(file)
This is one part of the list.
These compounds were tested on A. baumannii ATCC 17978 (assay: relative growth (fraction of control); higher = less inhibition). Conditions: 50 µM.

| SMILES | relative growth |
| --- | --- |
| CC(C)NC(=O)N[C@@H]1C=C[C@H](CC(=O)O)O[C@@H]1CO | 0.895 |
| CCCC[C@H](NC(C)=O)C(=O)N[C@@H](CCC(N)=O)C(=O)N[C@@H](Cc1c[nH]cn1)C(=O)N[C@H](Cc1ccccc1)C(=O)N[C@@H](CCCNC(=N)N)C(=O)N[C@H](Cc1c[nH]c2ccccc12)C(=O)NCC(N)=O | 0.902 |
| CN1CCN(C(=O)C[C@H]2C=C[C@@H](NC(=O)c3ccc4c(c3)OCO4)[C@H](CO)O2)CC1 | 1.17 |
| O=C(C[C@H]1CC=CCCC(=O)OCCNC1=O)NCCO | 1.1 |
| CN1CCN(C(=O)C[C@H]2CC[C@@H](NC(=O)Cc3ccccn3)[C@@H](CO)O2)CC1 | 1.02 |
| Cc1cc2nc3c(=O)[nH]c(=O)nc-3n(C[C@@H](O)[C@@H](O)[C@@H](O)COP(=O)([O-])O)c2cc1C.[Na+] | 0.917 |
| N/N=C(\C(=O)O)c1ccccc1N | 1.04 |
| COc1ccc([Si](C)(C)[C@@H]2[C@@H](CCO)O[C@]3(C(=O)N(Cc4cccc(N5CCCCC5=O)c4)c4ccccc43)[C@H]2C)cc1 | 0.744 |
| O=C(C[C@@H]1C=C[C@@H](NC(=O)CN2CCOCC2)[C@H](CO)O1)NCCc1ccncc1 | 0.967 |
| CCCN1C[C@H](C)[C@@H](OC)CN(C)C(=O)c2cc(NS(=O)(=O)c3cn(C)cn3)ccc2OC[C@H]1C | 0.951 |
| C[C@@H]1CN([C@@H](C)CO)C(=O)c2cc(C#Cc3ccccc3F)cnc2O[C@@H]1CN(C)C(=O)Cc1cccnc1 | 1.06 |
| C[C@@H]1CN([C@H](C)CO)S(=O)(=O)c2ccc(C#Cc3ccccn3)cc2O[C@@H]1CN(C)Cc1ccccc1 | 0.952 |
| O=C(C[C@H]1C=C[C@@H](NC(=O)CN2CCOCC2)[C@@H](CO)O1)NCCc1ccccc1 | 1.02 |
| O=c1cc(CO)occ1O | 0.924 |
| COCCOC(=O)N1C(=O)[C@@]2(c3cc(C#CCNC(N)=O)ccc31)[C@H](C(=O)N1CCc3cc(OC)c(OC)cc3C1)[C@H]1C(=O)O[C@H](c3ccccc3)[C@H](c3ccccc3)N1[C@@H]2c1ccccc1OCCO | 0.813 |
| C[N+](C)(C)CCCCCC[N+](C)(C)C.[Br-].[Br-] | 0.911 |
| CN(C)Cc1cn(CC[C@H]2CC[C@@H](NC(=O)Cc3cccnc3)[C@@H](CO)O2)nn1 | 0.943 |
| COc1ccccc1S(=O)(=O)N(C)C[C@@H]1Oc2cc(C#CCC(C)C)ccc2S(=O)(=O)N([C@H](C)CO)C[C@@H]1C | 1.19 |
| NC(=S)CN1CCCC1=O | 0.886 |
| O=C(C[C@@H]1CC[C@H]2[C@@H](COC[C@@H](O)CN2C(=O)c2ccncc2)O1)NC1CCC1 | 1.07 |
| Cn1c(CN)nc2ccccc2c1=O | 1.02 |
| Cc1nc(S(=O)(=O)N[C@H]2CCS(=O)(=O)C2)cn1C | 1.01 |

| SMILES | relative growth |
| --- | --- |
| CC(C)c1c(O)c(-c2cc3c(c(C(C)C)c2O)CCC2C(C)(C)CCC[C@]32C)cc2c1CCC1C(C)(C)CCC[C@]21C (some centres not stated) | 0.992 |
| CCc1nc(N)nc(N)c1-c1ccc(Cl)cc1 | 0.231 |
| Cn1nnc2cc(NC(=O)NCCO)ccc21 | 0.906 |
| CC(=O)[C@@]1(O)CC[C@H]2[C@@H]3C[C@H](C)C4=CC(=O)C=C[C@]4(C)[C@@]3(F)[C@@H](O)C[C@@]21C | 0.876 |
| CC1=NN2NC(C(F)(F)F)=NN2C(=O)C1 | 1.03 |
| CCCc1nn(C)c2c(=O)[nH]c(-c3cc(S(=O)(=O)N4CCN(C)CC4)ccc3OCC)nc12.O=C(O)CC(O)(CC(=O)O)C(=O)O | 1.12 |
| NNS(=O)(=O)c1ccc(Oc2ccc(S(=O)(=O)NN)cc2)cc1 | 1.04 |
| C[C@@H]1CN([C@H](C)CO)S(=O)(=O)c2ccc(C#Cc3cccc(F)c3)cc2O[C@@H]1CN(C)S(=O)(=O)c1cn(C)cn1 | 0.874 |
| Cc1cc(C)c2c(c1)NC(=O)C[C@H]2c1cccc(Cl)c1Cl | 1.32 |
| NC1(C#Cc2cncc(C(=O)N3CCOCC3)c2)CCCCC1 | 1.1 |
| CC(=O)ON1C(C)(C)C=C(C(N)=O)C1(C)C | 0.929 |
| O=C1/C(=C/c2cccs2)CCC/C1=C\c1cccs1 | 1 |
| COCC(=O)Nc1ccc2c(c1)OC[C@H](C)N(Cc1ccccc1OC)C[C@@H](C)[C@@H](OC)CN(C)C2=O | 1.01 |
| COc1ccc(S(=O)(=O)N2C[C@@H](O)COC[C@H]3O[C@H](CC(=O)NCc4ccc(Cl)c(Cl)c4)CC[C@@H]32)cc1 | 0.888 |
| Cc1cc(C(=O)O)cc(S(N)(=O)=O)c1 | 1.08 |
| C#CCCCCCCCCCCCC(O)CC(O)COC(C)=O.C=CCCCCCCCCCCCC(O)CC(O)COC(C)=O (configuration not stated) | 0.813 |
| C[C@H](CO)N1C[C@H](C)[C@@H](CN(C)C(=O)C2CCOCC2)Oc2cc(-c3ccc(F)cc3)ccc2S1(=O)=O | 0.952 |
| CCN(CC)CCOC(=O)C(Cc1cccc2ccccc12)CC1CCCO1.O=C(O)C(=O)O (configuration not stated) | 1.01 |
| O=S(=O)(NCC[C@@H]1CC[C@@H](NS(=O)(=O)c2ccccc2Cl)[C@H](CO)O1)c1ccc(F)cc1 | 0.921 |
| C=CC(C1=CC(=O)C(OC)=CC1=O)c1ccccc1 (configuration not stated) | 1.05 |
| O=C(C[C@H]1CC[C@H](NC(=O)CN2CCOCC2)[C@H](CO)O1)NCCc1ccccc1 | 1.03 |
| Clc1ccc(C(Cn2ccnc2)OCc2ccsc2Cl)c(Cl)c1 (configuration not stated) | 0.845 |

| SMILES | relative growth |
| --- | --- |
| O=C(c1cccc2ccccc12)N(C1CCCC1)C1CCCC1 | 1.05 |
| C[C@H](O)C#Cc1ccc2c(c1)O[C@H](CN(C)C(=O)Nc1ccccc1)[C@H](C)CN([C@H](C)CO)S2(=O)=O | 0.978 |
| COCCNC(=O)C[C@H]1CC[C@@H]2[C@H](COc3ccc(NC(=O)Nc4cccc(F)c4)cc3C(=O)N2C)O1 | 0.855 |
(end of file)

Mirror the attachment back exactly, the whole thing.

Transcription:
This is one part of the list.
These compounds were tested on A. baumannii ATCC 17978 (assay: relative growth (fraction of control); higher = less inhibition). Conditions: 50 µM.

| SMILES | relative growth |
| --- | --- |
| CC(C)NC(=O)N[C@@H]1C=C[C@H](CC(=O)O)O[C@@H]1CO | 0.895 |
| CCCC[C@H](NC(C)=O)C(=O)N[C@@H](CCC(N)=O)C(=O)N[C@@H](Cc1c[nH]cn1)C(=O)N[C@H](Cc1ccccc1)C(=O)N[C@@H](CCCNC(=N)N)C(=O)N[C@H](Cc1c[nH]c2ccccc12)C(=O)NCC(N)=O | 0.902 |
| CN1CCN(C(=O)C[C@H]2C=C[C@@H](NC(=O)c3ccc4c(c3)OCO4)[C@H](CO)O2)CC1 | 1.17 |
| O=C(C[C@H]1CC=CCCC(=O)OCCNC1=O)NCCO | 1.1 |
| CN1CCN(C(=O)C[C@H]2CC[C@@H](NC(=O)Cc3ccccn3)[C@@H](CO)O2)CC1 | 1.02 |
| Cc1cc2nc3c(=O)[nH]c(=O)nc-3n(C[C@@H](O)[C@@H](O)[C@@H](O)COP(=O)([O-])O)c2cc1C.[Na+] | 0.917 |
| N/N=C(\C(=O)O)c1ccccc1N | 1.04 |
| COc1ccc([Si](C)(C)[C@@H]2[C@@H](CCO)O[C@]3(C(=O)N(Cc4cccc(N5CCCCC5=O)c4)c4ccccc43)[C@H]2C)cc1 | 0.744 |
| O=C(C[C@@H]1C=C[C@@H](NC(=O)CN2CCOCC2)[C@H](CO)O1)NCCc1ccncc1 | 0.967 |
| CCCN1C[C@H](C)[C@@H](OC)CN(C)C(=O)c2cc(NS(=O)(=O)c3cn(C)cn3)ccc2OC[C@H]1C | 0.951 |
| C[C@@H]1CN([C@@H](C)CO)C(=O)c2cc(C#Cc3ccccc3F)cnc2O[C@@H]1CN(C)C(=O)Cc1cccnc1 | 1.06 |
| C[C@@H]1CN([C@H](C)CO)S(=O)(=O)c2ccc(C#Cc3ccccn3)cc2O[C@@H]1CN(C)Cc1ccccc1 | 0.952 |
| O=C(C[C@H]1C=C[C@@H](NC(=O)CN2CCOCC2)[C@@H](CO)O1)NCCc1ccccc1 | 1.02 |
| O=c1cc(CO)occ1O | 0.924 |
| COCCOC(=O)N1C(=O)[C@@]2(c3cc(C#CCNC(N)=O)ccc31)[C@H](C(=O)N1CCc3cc(OC)c(OC)cc3C1)[C@H]1C(=O)O[C@H](c3ccccc3)[C@H](c3ccccc3)N1[C@@H]2c1ccccc1OCCO | 0.813 |
| C[N+](C)(C)CCCCCC[N+](C)(C)C.[Br-].[Br-] | 0.911 |
| CN(C)Cc1cn(CC[C@H]2CC[C@@H](NC(=O)Cc3cccnc3)[C@@H](CO)O2)nn1 | 0.943 |
| COc1ccccc1S(=O)(=O)N(C)C[C@@H]1Oc2cc(C#CCC(C)C)ccc2S(=O)(=O)N([C@H](C)CO)C[C@@H]1C | 1.19 |
| NC(=S)CN1CCCC1=O | 0.886 |
| O=C(C[C@@H]1CC[C@H]2[C@@H](COC[C@@H](O)CN2C(=O)c2ccncc2)O1)NC1CCC1 | 1.07 |
| Cn1c(CN)nc2ccccc2c1=O | 1.02 |
| Cc1nc(S(=O)(=O)N[C@H]2CCS(=O)(=O)C2)cn1C | 1.01 |

| SMILES | relative growth |
| --- | --- |
| CC(C)c1c(O)c(-c2cc3c(c(C(C)C)c2O)CCC2C(C)(C)CCC[C@]32C)cc2c1CCC1C(C)(C)CCC[C@]21C (some centres not stated) | 0.992 |
| CCc1nc(N)nc(N)c1-c1ccc(Cl)cc1 | 0.231 |
| Cn1nnc2cc(NC(=O)NCCO)ccc21 | 0.906 |
| CC(=O)[C@@]1(O)CC[C@H]2[C@@H]3C[C@H](C)C4=CC(=O)C=C[C@]4(C)[C@@]3(F)[C@@H](O)C[C@@]21C | 0.876 |
| CC1=NN2NC(C(F)(F)F)=NN2C(=O)C1 | 1.03 |
| CCCc1nn(C)c2c(=O)[nH]c(-c3cc(S(=O)(=O)N4CCN(C)CC4)ccc3OCC)nc12.O=C(O)CC(O)(CC(=O)O)C(=O)O | 1.12 |
| NNS(=O)(=O)c1ccc(Oc2ccc(S(=O)(=O)NN)cc2)cc1 | 1.04 |
| C[C@@H]1CN([C@H](C)CO)S(=O)(=O)c2ccc(C#Cc3cccc(F)c3)cc2O[C@@H]1CN(C)S(=O)(=O)c1cn(C)cn1 | 0.874 |
| Cc1cc(C)c2c(c1)NC(=O)C[C@H]2c1cccc(Cl)c1Cl | 1.32 |
| NC1(C#Cc2cncc(C(=O)N3CCOCC3)c2)CCCCC1 | 1.1 |
| CC(=O)ON1C(C)(C)C=C(C(N)=O)C1(C)C | 0.929 |
| O=C1/C(=C/c2cccs2)CCC/C1=C\c1cccs1 | 1 |
| COCC(=O)Nc1ccc2c(c1)OC[C@H](C)N(Cc1ccccc1OC)C[C@@H](C)[C@@H](OC)CN(C)C2=O | 1.01 |
| COc1ccc(S(=O)(=O)N2C[C@@H](O)COC[C@H]3O[C@H](CC(=O)NCc4ccc(Cl)c(Cl)c4)CC[C@@H]32)cc1 | 0.888 |
| Cc1cc(C(=O)O)cc(S(N)(=O)=O)c1 | 1.08 |
| C#CCCCCCCCCCCCC(O)CC(O)COC(C)=O.C=CCCCCCCCCCCCC(O)CC(O)COC(C)=O (configuration not stated) | 0.813 |
| C[C@H](CO)N1C[C@H](C)[C@@H](CN(C)C(=O)C2CCOCC2)Oc2cc(-c3ccc(F)cc3)ccc2S1(=O)=O | 0.952 |
| CCN(CC)CCOC(=O)C(Cc1cccc2ccccc12)CC1CCCO1.O=C(O)C(=O)O (configuration not stated) | 1.01 |
| O=S(=O)(NCC[C@@H]1CC[C@@H](NS(=O)(=O)c2ccccc2Cl)[C@H](CO)O1)c1ccc(F)cc1 | 0.921 |
| C=CC(C1=CC(=O)C(OC)=CC1=O)c1ccccc1 (configuration not stated) | 1.05 |
| O=C(C[C@H]1CC[C@H](NC(=O)CN2CCOCC2)[C@H](CO)O1)NCCc1ccccc1 | 1.03 |
| Clc1ccc(C(Cn2ccnc2)OCc2ccsc2Cl)c(Cl)c1 (configuration not stated) | 0.845 |

| SMILES | relative growth |
| --- | --- |
| O=C(c1cccc2ccccc12)N(C1CCCC1)C1CCCC1 | 1.05 |
| C[C@H](O)C#Cc1ccc2c(c1)O[C@H](CN(C)C(=O)Nc1ccccc1)[C@H](C)CN([C@H](C)CO)S2(=O)=O | 0.978 |
| COCCNC(=O)C[C@H]1CC[C@@H]2[C@H](COc3ccc(NC(=O)Nc4cccc(F)c4)cc3C(=O)N2C)O1 | 0.855 |